From Margaret Atwood arguing for the internet as a useful literary tool, to Jennifer Egan discussing how Power Point worked conceptually and structurally in her novel, the festival events I attended proved that literature is evolving with (and not being destroyed by) new technology. The festival also showcased writers like Marjane Satrapi and Brian Selznick who are breaking literary conventions with their genre-challenging and medium-crossing narratives.
Margaret Atwood © George Whiteside
Thursday night, I kicked off the festival by attending a discussion with author Margaret Atwood and editor Amy Grace Loyd, at the New School, about how the internet is changing literature. While Atwood discussed her concern over how limited privacy and security are online, she also championed the web as a place for artistic and political communication and assembly. Furthermore, she argued that technological advancements in communication—like the internet—can coexist with conventional storytelling and even influence literature in plot and style. Proving Atwood’s point, Jennifer Egan discussed her use of Power Point in A Visit from the Goon Squad, also at the New School, on Friday. Egan initially found Power Point formally appealing but was able to make it function within her novel contextually. Using the “cold” aspect of Power Point in a section of her book where she felt the narrative to be sentimental, allowed her to strike a tonal balance. Both Egan and Atwood were as engaging and entertaining in person as their printed words. Atwood especially entertained with her playful dry, frank humor and her witty dynamic with Loyd. I was proud to raise my hand when Atwood asked her twitter followers to put up their hands!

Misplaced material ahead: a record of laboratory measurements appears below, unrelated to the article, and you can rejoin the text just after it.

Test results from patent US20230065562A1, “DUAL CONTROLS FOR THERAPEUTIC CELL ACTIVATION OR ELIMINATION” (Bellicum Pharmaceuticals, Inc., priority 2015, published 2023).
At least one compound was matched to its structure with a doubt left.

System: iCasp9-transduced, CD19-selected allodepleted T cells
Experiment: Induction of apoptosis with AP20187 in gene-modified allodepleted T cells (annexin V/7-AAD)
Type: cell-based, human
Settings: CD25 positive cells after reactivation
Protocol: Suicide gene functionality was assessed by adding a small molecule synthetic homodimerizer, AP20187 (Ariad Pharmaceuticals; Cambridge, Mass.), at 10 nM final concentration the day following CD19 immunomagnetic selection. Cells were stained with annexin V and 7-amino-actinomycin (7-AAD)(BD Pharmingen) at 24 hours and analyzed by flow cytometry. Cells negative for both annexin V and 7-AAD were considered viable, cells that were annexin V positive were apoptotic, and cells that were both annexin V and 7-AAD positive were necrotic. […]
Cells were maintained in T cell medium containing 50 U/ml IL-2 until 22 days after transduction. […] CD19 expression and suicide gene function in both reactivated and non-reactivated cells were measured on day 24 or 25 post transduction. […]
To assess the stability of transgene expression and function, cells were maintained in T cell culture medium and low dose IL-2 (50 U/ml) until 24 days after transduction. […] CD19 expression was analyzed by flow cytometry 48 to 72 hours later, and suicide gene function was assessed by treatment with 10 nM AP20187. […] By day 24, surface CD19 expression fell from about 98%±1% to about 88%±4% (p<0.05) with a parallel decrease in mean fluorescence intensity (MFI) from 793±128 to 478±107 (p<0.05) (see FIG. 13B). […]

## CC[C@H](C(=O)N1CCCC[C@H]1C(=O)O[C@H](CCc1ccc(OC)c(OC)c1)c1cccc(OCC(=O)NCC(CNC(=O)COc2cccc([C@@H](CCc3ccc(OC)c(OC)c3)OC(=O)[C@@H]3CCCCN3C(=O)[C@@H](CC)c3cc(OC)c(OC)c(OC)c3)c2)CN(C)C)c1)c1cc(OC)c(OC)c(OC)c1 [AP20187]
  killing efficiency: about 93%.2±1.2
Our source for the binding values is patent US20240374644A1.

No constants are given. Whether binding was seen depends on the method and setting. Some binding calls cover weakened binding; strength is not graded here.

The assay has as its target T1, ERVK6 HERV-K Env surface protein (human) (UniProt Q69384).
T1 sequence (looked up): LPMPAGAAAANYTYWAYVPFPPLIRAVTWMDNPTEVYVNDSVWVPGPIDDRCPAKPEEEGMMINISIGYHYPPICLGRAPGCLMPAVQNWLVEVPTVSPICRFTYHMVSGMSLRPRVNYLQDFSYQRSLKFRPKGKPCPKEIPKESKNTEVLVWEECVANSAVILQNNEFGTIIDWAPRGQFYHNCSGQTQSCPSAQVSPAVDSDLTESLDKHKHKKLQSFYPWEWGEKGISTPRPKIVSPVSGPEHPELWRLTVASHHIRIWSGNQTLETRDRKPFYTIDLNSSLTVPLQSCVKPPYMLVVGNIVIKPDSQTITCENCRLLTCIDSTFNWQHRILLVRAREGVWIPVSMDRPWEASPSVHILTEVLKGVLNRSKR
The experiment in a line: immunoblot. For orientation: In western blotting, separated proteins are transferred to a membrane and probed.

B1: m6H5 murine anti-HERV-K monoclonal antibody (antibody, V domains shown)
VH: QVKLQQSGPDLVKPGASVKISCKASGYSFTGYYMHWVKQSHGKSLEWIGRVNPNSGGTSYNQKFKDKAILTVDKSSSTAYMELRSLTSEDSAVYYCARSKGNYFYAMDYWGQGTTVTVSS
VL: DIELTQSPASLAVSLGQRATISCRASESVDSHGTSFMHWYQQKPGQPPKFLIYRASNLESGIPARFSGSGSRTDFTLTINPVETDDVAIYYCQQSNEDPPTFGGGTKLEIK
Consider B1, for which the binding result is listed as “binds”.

Jennifer Egan © Pieter M. van Hattem
Another (but totally different) sense of pride came over me during the Marjane Satrapi event at the MoMA, also on Thursday night. As an Iranian-American, I love how Satrapi expresses her own cultural hybridity and embeds Iranian history in her art. I was ecstatic to see her speak before screening her new film Chicken with Plums (which I will review in full, in a near future post). Satrapi, in discussion with graphic artist and editor Francois Mouly, talked about her visual and literary work. She argued that the graphic novel was not a genre but its own unique medium where images can both replace and work with words to create “a really specific language.”
© Sony Pictures Classics
Brian Selznick is also an artist creating stylistically unique narratives with books like The Invention of Hugo Cabret. Martin Scorsese’s Hugo was my favorite film last year and listening to Selznick on Saturday at the New School, in discussion with fellow writer David Levithan, was a beautiful way to wrap up my first PEN festival. Although he had been writing children’s literature up until it, he stated that he didn’t set out to create a children’s book with The Invention of Hugo Cabret. What began as a novella and a fascination with George Melies grew into a novel where illustrations work as “purely visually narrative work.” Influenced by both silent films and the late Maurice Sendak‘s wild rumpus pages in Where the Wild Things Are, Selznick wanted visuals (illustrated pages) to guide the plot forward, without having text constantly move the story along for readers. Although Selznick was weary of a film adaptation, he was pleased that John Logan’s script retained the importance of books. Selznick believes the film adaptation “inverted” his novel, which “celebrates movies but is about the importance of books” by “making a movie that celebrates books…but ultimately…(is) a movie about the importance of movies.” This thematic inversion was logical to him since it reflects the medium shift from book to film.
© Scholastic Inc.
Overall, the festival presented a hopeful stance about the future of literature, in the face of new technology. The discussions and events proved that literature was evolving with, and transitioning into, new mediums while still being able to retain the attention of readers with extended narratives within the more conventional medium of books.